It's clear from watching "Lost River" that Gosling knows film – his shot-calling is great and his attention to symbolism and context is everywhere – but the story that supports all that visual prowess doesn't deserve it. The vast majority of the film is either standard and boring, or fantastical for the sake of being fantastical. Gosling clearly intended to prop the film up based on memorable moments, unique little what-ifs, like using the head of a T-rex statue as a weapon, but seemingly forgot to pair those moments with interesting characters and an engaging plot. Instead, he clearly took all of the worst lessons he learned from his collaborations with Refn, all of them ultimately circling the idea of style over substance, and leaned on them hard.

Best: Blade Runner 2049

There are few taller orders in the history of cinema than creating a sequel to "Blade Runner," quite possibly the best sci-fi film ever, 35 years after its release. Anyone who tried would have to be either incredibly crazy or incredibly confident. Luckily, director Denis Villeneuve has demonstrated a surplus of both in his career, and that's why he volunteered to direct "Blade Runner 2049" and why he knocked it out of the park.

The original film eventually came to garner almost universal praised for its score (by the incomparable Vangelis), cinematography, production design, atmosphere, and thought-provoking themes. Against all odds, "Blade Runner 2049" managed to earn the same. The movie is gorgeous, deep, fun, and Gosling is even able to excel in his role as a stoic bounty hunter (and no spoilers: like the original, he's either a replicant or not).

Although the ability of the film to match the original's quality in a few ways is impressive, what is even more impressive is the one major aspect that it majorly improved: its romance. Unlike the original romance between Deckard and Rachael, which was strained, passionless, and at times even toxic, the pairing of Gosling's K and Ana de Armas's Joi is crackling with chemistry and carries a throughline of genuine empathy and selflessness throughout the otherwise dark story.

Worst: Murder by Numbers

Gosling is decidedly not to blame for how lackluster and disappointing "Murder by Numbers" ended up. He and Michael Pitt, who plays his partner in crime in the film, perform admirably. Their twosome of smart, scheming, increasingly unhinged teenage murderers are compelling throughout, and the way in which their relationship – equal parts friends, enemies, conspirators, and loaded with sexual tension – develops throughout the story makes the two actors responsible for many of the film's best moments. Unfortunately, "Murder by Numbers" has little else to offer.

Sandra Bullock's charm comes through and makes her pugnacious detective protagonist likable, but that character has almost nothing to do, nor anywhere to go. She mainly glides along the conveyor belt of the movie's standard detective-bad guy plot. A few affairs and gruff retorts are meant to make her seem complex and interesting, but she never quite takes off or carries her scenes.

Gosling and Pitt, therefore, are left carrying the movie's weight, a feat unmanageable by even the best in their position. If the film had focused less on its bare-bones plot and commonplace detective, and instead given Gosling and Pitt the movie's central focus, "Murder by Numbers" could have been great.

Best: First Man

From a distance, the 2018 Gosling vehicle "First Man" could reasonably be assumed to be one of many different films. From its trailers, genre, and basic premise, the film looked as if it could be a biopic, a space adventure, a historical reenactment, puffy piece of United States patriotism, or even a bleak criticism of masculine obsession. In reality, "First Man" ended up being all of those at times and still kept itself coherent, meaningful, and enjoyable. Its success with fans, reviewers, and the box office demonstrate its ability to deliver, no matter what it ended up as.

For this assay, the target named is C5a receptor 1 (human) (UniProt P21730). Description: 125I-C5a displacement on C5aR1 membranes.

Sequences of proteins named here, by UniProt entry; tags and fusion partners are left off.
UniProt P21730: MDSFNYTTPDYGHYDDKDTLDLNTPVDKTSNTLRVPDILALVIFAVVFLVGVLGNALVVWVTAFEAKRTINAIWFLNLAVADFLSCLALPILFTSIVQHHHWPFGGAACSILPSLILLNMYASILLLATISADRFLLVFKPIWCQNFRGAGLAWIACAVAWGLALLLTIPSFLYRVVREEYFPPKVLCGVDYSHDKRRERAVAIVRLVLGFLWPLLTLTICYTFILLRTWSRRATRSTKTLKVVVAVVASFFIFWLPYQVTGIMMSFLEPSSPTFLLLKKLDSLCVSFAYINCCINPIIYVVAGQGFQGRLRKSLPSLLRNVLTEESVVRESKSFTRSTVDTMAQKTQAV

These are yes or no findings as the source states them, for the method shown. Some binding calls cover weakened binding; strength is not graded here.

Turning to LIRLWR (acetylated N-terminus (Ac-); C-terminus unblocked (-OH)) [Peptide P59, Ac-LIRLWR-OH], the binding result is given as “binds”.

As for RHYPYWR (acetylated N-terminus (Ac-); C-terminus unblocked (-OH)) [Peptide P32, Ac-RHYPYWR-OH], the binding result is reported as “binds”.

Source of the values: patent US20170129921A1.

Like the film's variable nature, its highlights are all over the place in terms of tone and effect. One of the biggest highlights is Claire Foy's performance as Janet Armstrong, the wife of Gosling's Neil Armstrong. Another is its space sequences, especially those involving launch and landing. You'll likely never see so much shaky-cam use in your life, but if you can successfully keep your nausea in check, it makes the mission's risks and tensions visceral and palpable. And then again, another highlight is how utterly slow the film allows itself to be, barely inching its plot or characters forward for minutes at a time, so it's not an easy film to praise concisely.

Worst: Stay

According to Rotten Tomatoes scores, the 2005 thriller "Stay" is the worst movie ever to feature Gosling. At an abysmal 27% approval rating with critics, "Stay" appears almost universally detested. Its box office performance was similarly awful, grossing less than $9 million against a $50 million budget, which would seem to suggest that audiences felt the same. Oddly enough, however, its user score is almost three time higher at 70%. So why such a massive disparity? Ultimately, the answer likely lies in the fact that director Marc Foster didn't want the film to be easy, explainable, logical, or even based in reality – and for many fans of surrealist cinema, that approach is just fine.

In interviews with MTV, Foster, Gosling, and fellow star Naomi Watts made it clear that what was for sale with "Stay" was not a plot with a surprise twist that ties everything together. As Gosling said of the film, "This has nothing to do with reality, and this is a trip, and we're all going to take it together." For fans of the type of head-scratchers and sequiturs common to the films of directors like David Lynch, the experiment that Foster, Gosling, and company took with "Stay" is a welcome one. For those looking for more obvious, immediate entertainment, "Stay" is not the Gosling movie for you.